I'm looking forward to getting back into that in a more comfortable way. I recently got a game called Control that's really heavy on button presses and difficult things to do. With this controller, it'll be easier to use combinations of buttons. And having elongated analog sticks will help me a lot with aiming. So, yeah, I'm looking forward to having the ability to just buy a game because I want to enjoy it rather than worrying about whether I'll actually be able to play it.
3. Not everyone can get Ben Heck to design them custom hardware. Do you have any advice for other disabled gamers who want to adapt their own environment? Where should they turn to for guidance?
I am pretty lucky to have a customised product made by Ben Heck. To be honest, it's like a dream. When I first started to have problems with gaming, I actually saw one of his videos. He was making a controller for somebody else, and in my mind, I was like, "I wish he could make me a controller." And that dream has come true.
With a lot of disabled people or people who find gaming difficult, there are simple things that you can start off with, like using Sugru to improve the buttons, or make them higher. You can adjust the controller independently.
If you want to go further than that, if you're having a lot more problems, I use the gaming charity SpecialEffect. They came into my house, and once I explained all the problems I was having, they got some off-the-shelf equipment that fits it to you. But, unlike Ben Heck, they don't adapt it specially for one person. So, go to SpecialEffect, and you'll get a lot more ideas because it's quite difficult to know what's out there if you search on your own. But I think Sugru is a good place to start.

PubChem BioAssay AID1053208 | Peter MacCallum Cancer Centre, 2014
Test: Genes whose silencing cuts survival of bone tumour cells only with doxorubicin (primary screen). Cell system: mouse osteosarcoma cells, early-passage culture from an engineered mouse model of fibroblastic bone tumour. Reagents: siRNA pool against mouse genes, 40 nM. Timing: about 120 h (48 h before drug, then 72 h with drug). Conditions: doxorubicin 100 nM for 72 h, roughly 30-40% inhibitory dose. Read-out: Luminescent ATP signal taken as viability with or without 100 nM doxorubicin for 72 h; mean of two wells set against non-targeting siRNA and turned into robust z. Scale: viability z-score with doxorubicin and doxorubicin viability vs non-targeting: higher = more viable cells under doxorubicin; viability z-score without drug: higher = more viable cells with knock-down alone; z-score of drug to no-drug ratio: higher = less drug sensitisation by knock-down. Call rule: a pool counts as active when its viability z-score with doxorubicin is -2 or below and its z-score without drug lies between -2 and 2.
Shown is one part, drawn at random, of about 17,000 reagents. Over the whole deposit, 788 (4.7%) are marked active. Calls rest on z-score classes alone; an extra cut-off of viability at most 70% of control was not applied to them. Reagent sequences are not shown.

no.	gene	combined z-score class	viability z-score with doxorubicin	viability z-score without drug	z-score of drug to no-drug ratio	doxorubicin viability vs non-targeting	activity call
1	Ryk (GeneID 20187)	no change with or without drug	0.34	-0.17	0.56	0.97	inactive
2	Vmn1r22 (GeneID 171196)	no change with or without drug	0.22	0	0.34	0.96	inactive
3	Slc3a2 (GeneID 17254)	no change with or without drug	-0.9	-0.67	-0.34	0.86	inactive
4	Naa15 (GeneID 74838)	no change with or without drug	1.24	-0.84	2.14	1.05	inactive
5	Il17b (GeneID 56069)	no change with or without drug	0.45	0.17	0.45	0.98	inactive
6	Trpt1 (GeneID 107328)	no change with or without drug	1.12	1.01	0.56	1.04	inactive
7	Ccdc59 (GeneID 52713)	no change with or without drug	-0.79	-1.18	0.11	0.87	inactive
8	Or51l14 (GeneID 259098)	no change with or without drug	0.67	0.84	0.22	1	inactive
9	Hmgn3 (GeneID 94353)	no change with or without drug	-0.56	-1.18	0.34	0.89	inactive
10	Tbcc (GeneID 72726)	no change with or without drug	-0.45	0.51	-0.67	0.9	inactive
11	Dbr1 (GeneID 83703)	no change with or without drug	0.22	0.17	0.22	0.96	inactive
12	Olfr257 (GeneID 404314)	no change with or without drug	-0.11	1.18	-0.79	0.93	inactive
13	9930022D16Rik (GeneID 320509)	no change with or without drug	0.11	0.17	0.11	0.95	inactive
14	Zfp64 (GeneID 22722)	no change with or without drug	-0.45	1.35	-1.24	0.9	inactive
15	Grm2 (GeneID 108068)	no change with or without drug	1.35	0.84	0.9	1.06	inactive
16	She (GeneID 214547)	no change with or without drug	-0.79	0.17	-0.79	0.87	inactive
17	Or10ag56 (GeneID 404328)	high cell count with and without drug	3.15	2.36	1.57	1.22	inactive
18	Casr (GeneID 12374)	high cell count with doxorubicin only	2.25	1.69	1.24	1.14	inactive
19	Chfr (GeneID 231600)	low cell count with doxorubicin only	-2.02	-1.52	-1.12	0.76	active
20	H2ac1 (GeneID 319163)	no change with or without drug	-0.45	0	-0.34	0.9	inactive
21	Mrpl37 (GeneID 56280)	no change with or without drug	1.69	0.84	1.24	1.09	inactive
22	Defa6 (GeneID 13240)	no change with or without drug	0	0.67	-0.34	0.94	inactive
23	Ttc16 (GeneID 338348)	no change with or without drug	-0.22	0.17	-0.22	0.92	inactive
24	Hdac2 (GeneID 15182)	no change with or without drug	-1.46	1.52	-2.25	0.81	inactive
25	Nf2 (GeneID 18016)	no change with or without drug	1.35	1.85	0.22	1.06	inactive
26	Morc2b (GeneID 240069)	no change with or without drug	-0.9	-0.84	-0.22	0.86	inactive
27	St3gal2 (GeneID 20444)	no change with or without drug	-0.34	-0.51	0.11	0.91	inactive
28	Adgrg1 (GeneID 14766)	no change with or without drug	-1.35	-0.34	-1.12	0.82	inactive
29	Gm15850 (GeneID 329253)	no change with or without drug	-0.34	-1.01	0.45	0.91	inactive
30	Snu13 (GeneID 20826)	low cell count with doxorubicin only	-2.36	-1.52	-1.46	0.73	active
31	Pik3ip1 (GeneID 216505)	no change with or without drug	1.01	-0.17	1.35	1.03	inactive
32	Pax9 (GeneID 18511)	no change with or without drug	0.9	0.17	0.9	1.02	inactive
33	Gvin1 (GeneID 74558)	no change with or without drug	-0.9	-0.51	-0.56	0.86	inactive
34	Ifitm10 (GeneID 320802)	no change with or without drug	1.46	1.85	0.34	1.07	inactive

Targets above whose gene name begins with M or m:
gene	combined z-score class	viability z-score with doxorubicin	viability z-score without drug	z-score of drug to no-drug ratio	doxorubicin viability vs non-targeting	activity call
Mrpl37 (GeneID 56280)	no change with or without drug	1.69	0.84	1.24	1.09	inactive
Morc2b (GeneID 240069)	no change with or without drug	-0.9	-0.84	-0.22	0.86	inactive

4. Do you have a message for games manufacturers like Microsoft, Sony and Nintendo who have a responsibility to make gaming accessible to everyone?
Gaming industry companies need to realise that a big percentage of their gamers have a disability. They have a duty to make games accessible for a lot more people. They'll probably make a lot more money.
Recently, Microsoft brought out the Xbox Adaptive Controller, which is a really good thing for the gaming industry. But that's only one company doing that. The whole gaming industry has to decide to make controllers that would make games accessible.
Nintendo is not as good with accessibility, but PlayStation is. I don't think they themselves do a lot of work for accessibility, but their gaming developers are really into accessibility and working with disabled people.
During the development of controllers and games, companies need to talk to and hire accessibility consultants to audit the game and see what kind of problems are there and what can be changed. If you don't involve people with disabilities, then you're not really going to get a true picture of what is wrong.
It's not just one disability that affects gaming. There are a lot more people with sight issues. Companies just need to find people who can help them improve their industry from inside.
5. Lastly, do you have any words for Ben?
I've got quite a few words for Ben. It's difficult to explain how happy I am. I'm just amazed that he was able to help me access gaming again. Gaming was such a big part of my life, and now that Ben has made this, I call it a miracle controller because it is specially for me. I just really want to thank him for doing this. It’s changed my life for the better. Thank you, Ben. It's just amazing.
Read Vivek's blog post about the project on his blog Uncanny Vivek.